British American Tobacco ‘bribed’ police – affidavit
Johannesburg – JSE-listed conglomerate British American Tobacco (BAT) and the private security firm it has contracted have been accused of running a scheme of bribing South African police officers, spying on competitors using police cameras, and even sourcing confidential business information on one of its rivals from officials in the SA Revenue Service (Sars).
The latest explosive allegations against BAT are contained in a sworn affidavit made by a former employee of Forensic Security Services (FSS), a private security outfit run by former apartheid era intelligence agent Stephen Botha.
According to the affidavit, a copy of which has been leaked online along with scores of other documents that purport to prove BAT’s unlawful spying on local competitors, BAT pays FSS about R150m a year, ostensibly to help fight the illegal cigarette trade in South Africa.
However, if the former FSS employee is to be believed, FSS, with the full blessing of senior BAT executives, had instead been running a massive unlawful spying and disruption programme aimed at ensuring it kept hold of the lion’s share of South Africa’s multi billion rand tobacco market.
The former FSS employee’s affidavit forms part of a high court application against BAT by Carnilinx, a producer and distributor of cheaper cigarette brands.
“In hindsight, the purpose of my employment was for BATSA (BAT’s South African filial) to deploy my investigative skills together with backup from corrupt SAPS and SARS officials in order to disrupt the business of BATSA’s competitors, Carnilinx being one of them,” reads an excerpt from the affidavit.
The ex FSS employee then goes on to claim, in startling detail, how BAT and FSS allegedly broke the law.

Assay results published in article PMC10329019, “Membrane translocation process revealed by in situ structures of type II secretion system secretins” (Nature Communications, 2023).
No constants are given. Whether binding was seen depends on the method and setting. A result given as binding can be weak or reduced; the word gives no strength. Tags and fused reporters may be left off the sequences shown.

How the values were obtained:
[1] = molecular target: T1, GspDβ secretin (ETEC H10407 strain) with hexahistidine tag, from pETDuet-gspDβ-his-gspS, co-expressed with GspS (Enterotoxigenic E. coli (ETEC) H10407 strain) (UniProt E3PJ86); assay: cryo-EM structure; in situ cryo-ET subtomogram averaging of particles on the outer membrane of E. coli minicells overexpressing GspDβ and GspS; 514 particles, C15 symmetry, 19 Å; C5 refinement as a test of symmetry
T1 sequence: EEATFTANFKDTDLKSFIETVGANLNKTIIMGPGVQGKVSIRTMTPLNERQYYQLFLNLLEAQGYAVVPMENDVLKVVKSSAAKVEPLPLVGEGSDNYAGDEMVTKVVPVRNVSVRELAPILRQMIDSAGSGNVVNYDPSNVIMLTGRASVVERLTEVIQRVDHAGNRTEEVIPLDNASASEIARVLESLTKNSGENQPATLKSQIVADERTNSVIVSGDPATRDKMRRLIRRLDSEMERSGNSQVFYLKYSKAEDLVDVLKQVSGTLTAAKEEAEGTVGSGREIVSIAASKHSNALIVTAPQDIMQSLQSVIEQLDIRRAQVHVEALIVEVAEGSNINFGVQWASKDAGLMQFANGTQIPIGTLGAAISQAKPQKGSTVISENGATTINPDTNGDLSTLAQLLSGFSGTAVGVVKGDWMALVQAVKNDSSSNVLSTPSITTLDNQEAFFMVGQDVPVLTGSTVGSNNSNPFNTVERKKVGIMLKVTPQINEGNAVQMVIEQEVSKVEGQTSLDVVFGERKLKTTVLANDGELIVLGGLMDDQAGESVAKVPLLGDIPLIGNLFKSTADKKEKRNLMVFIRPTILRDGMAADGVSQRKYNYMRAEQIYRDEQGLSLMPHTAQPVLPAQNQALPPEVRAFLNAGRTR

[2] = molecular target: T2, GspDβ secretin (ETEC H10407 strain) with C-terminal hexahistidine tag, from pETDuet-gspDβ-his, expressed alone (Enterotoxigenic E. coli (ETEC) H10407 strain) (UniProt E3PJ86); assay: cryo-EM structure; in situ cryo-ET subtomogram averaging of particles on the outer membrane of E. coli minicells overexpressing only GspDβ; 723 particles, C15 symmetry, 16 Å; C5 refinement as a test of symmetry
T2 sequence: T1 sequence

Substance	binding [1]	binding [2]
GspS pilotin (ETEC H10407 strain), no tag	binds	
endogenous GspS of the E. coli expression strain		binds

Some of the most shocking allegations contained in the affidavit include the following claims:
* BAT and FSS ran a secret bribery programme, in accordance with the strategies contained in a BAT document entitled the Project Management Plan (PMP), whereby law enforcement officials were “paid up to R5 000 a month for co-operating with FSS and BATSA in disturbing Carnilinx’s trading operations”.
The affidavit goes on to explain that police officials were often fed false information by members of FSS’s network of agents across the country, which then prompted police to harass and even arrest Carnilinx employees on suspicion of being in possession of illegal tobacco products.
“Thus, each law enforcement agent, whether it is from SARS, JMPD (Johannesburg Metropolitan Police Department) or SAPS, would be on BATSA’s informal payroll, receiving a minimum of R2 000 each per month up to R5 000 per month. Effectively, this was a bribe by BATSA to corrupt police officials who it regarded as trusted,” reads the affidavit.
* FSS ran an extensive unlawful spying programme in order to monitor Carnilinx distribution vehicles, facilities and employees. This included securing the use of an entire CCTV room at the JMPD’s CCTV monitoring facility in Johannesburg by means of an agreement with the company that manages the control rooms on behalf of the City of Johannesburg (CoJ).